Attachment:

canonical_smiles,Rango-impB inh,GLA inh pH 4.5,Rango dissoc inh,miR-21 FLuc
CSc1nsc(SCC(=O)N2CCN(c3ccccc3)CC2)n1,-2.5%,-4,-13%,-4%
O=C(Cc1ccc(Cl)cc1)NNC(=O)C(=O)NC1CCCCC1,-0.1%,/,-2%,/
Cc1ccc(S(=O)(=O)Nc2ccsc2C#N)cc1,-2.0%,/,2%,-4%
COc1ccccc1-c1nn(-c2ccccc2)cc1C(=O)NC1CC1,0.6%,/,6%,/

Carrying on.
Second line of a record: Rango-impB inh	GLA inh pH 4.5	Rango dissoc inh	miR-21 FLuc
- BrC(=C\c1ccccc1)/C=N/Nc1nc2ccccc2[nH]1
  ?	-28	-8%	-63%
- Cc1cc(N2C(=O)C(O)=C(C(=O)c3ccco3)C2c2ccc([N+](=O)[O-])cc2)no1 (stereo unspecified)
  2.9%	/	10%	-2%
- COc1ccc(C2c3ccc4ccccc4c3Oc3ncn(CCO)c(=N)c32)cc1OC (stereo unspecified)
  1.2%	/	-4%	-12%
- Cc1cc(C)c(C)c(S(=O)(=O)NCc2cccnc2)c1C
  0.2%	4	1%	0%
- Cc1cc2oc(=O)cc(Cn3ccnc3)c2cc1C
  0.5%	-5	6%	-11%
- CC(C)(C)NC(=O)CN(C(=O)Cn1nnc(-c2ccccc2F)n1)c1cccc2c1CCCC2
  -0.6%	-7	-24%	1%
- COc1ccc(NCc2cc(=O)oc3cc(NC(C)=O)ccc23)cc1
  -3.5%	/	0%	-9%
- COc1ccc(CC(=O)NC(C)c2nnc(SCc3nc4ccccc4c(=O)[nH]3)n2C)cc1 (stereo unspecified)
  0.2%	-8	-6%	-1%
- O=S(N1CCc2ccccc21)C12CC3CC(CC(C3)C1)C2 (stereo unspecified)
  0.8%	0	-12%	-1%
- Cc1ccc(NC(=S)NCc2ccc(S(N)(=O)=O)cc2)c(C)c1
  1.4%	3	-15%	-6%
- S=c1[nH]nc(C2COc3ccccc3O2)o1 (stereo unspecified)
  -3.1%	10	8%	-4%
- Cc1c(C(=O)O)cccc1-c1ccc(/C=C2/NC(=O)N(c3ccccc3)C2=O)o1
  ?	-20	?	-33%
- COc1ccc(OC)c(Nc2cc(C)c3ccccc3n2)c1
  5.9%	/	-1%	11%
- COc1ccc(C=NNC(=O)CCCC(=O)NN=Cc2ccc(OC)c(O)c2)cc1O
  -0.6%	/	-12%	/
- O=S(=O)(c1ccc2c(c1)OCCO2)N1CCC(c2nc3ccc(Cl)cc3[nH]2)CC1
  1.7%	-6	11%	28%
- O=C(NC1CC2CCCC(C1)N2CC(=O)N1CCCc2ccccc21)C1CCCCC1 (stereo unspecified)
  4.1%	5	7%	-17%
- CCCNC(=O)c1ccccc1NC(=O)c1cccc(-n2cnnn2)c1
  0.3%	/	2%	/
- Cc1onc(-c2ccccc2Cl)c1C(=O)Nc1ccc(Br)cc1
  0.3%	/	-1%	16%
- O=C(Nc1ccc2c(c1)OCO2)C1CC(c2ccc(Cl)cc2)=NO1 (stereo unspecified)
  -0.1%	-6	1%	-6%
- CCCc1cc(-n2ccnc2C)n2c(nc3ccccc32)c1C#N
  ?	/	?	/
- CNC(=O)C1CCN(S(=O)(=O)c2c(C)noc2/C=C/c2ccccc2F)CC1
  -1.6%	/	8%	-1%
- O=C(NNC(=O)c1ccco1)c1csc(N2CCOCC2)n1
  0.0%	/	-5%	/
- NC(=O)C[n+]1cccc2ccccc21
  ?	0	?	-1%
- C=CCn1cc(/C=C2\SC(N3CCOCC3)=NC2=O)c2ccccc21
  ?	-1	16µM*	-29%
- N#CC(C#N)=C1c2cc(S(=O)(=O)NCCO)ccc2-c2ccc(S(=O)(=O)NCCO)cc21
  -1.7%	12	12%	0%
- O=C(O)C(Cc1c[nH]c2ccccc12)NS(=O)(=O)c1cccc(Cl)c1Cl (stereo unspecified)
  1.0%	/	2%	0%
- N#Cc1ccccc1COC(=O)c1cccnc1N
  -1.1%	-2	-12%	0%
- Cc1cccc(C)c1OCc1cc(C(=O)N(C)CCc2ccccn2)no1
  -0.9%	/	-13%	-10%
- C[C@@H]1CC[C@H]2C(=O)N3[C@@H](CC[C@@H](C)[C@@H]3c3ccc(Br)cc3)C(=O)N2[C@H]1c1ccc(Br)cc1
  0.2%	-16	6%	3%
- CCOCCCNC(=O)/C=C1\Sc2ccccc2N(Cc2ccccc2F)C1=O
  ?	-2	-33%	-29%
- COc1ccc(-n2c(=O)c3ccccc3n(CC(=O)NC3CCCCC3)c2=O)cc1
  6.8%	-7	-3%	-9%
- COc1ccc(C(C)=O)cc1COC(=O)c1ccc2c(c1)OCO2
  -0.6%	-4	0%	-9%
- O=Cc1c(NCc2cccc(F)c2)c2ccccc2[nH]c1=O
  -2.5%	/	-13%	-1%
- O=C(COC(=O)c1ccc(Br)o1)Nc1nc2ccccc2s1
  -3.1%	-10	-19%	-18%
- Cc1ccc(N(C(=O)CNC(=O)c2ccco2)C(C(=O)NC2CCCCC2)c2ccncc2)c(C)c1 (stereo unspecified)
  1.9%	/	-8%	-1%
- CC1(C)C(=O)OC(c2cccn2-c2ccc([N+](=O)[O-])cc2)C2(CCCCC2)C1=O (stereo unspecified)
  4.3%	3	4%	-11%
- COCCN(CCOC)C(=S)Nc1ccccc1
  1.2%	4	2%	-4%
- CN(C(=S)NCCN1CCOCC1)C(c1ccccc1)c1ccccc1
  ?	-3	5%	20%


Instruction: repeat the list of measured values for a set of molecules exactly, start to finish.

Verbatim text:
canonical_smiles,Rango-impB inh,GLA inh pH 4.5,Rango dissoc inh,miR-21 FLuc
CSc1nsc(SCC(=O)N2CCN(c3ccccc3)CC2)n1,-2.5%,-4,-13%,-4%
O=C(Cc1ccc(Cl)cc1)NNC(=O)C(=O)NC1CCCCC1,-0.1%,/,-2%,/
Cc1ccc(S(=O)(=O)Nc2ccsc2C#N)cc1,-2.0%,/,2%,-4%
COc1ccccc1-c1nn(-c2ccccc2)cc1C(=O)NC1CC1,0.6%,/,6%,/

Carrying on.
Second line of a record: Rango-impB inh	GLA inh pH 4.5	Rango dissoc inh	miR-21 FLuc
- BrC(=C\c1ccccc1)/C=N/Nc1nc2ccccc2[nH]1
  ?	-28	-8%	-63%
- Cc1cc(N2C(=O)C(O)=C(C(=O)c3ccco3)C2c2ccc([N+](=O)[O-])cc2)no1 (stereo unspecified)
  2.9%	/	10%	-2%
- COc1ccc(C2c3ccc4ccccc4c3Oc3ncn(CCO)c(=N)c32)cc1OC (stereo unspecified)
  1.2%	/	-4%	-12%
- Cc1cc(C)c(C)c(S(=O)(=O)NCc2cccnc2)c1C
  0.2%	4	1%	0%
- Cc1cc2oc(=O)cc(Cn3ccnc3)c2cc1C
  0.5%	-5	6%	-11%
- CC(C)(C)NC(=O)CN(C(=O)Cn1nnc(-c2ccccc2F)n1)c1cccc2c1CCCC2
  -0.6%	-7	-24%	1%
- COc1ccc(NCc2cc(=O)oc3cc(NC(C)=O)ccc23)cc1
  -3.5%	/	0%	-9%
- COc1ccc(CC(=O)NC(C)c2nnc(SCc3nc4ccccc4c(=O)[nH]3)n2C)cc1 (stereo unspecified)
  0.2%	-8	-6%	-1%
- O=S(N1CCc2ccccc21)C12CC3CC(CC(C3)C1)C2 (stereo unspecified)
  0.8%	0	-12%	-1%
- Cc1ccc(NC(=S)NCc2ccc(S(N)(=O)=O)cc2)c(C)c1
  1.4%	3	-15%	-6%
- S=c1[nH]nc(C2COc3ccccc3O2)o1 (stereo unspecified)
  -3.1%	10	8%	-4%
- Cc1c(C(=O)O)cccc1-c1ccc(/C=C2/NC(=O)N(c3ccccc3)C2=O)o1
  ?	-20	?	-33%
- COc1ccc(OC)c(Nc2cc(C)c3ccccc3n2)c1
  5.9%	/	-1%	11%
- COc1ccc(C=NNC(=O)CCCC(=O)NN=Cc2ccc(OC)c(O)c2)cc1O
  -0.6%	/	-12%	/
- O=S(=O)(c1ccc2c(c1)OCCO2)N1CCC(c2nc3ccc(Cl)cc3[nH]2)CC1
  1.7%	-6	11%	28%
- O=C(NC1CC2CCCC(C1)N2CC(=O)N1CCCc2ccccc21)C1CCCCC1 (stereo unspecified)
  4.1%	5	7%	-17%
- CCCNC(=O)c1ccccc1NC(=O)c1cccc(-n2cnnn2)c1
  0.3%	/	2%	/
- Cc1onc(-c2ccccc2Cl)c1C(=O)Nc1ccc(Br)cc1
  0.3%	/	-1%	16%
- O=C(Nc1ccc2c(c1)OCO2)C1CC(c2ccc(Cl)cc2)=NO1 (stereo unspecified)
  -0.1%	-6	1%	-6%
- CCCc1cc(-n2ccnc2C)n2c(nc3ccccc32)c1C#N
  ?	/	?	/
- CNC(=O)C1CCN(S(=O)(=O)c2c(C)noc2/C=C/c2ccccc2F)CC1
  -1.6%	/	8%	-1%
- O=C(NNC(=O)c1ccco1)c1csc(N2CCOCC2)n1
  0.0%	/	-5%	/
- NC(=O)C[n+]1cccc2ccccc21
  ?	0	?	-1%
- C=CCn1cc(/C=C2\SC(N3CCOCC3)=NC2=O)c2ccccc21
  ?	-1	16µM*	-29%
- N#CC(C#N)=C1c2cc(S(=O)(=O)NCCO)ccc2-c2ccc(S(=O)(=O)NCCO)cc21
  -1.7%	12	12%	0%
- O=C(O)C(Cc1c[nH]c2ccccc12)NS(=O)(=O)c1cccc(Cl)c1Cl (stereo unspecified)
  1.0%	/	2%	0%
- N#Cc1ccccc1COC(=O)c1cccnc1N
  -1.1%	-2	-12%	0%
- Cc1cccc(C)c1OCc1cc(C(=O)N(C)CCc2ccccn2)no1
  -0.9%	/	-13%	-10%
- C[C@@H]1CC[C@H]2C(=O)N3[C@@H](CC[C@@H](C)[C@@H]3c3ccc(Br)cc3)C(=O)N2[C@H]1c1ccc(Br)cc1
  0.2%	-16	6%	3%
- CCOCCCNC(=O)/C=C1\Sc2ccccc2N(Cc2ccccc2F)C1=O
  ?	-2	-33%	-29%
- COc1ccc(-n2c(=O)c3ccccc3n(CC(=O)NC3CCCCC3)c2=O)cc1
  6.8%	-7	-3%	-9%
- COc1ccc(C(C)=O)cc1COC(=O)c1ccc2c(c1)OCO2
  -0.6%	-4	0%	-9%
- O=Cc1c(NCc2cccc(F)c2)c2ccccc2[nH]c1=O
  -2.5%	/	-13%	-1%
- O=C(COC(=O)c1ccc(Br)o1)Nc1nc2ccccc2s1
  -3.1%	-10	-19%	-18%
- Cc1ccc(N(C(=O)CNC(=O)c2ccco2)C(C(=O)NC2CCCCC2)c2ccncc2)c(C)c1 (stereo unspecified)
  1.9%	/	-8%	-1%
- CC1(C)C(=O)OC(c2cccn2-c2ccc([N+](=O)[O-])cc2)C2(CCCCC2)C1=O (stereo unspecified)
  4.3%	3	4%	-11%
- COCCN(CCOC)C(=S)Nc1ccccc1
  1.2%	4	2%	-4%
- CN(C(=S)NCCN1CCOCC1)C(c1ccccc1)c1ccccc1
  ?	-3	5%	20%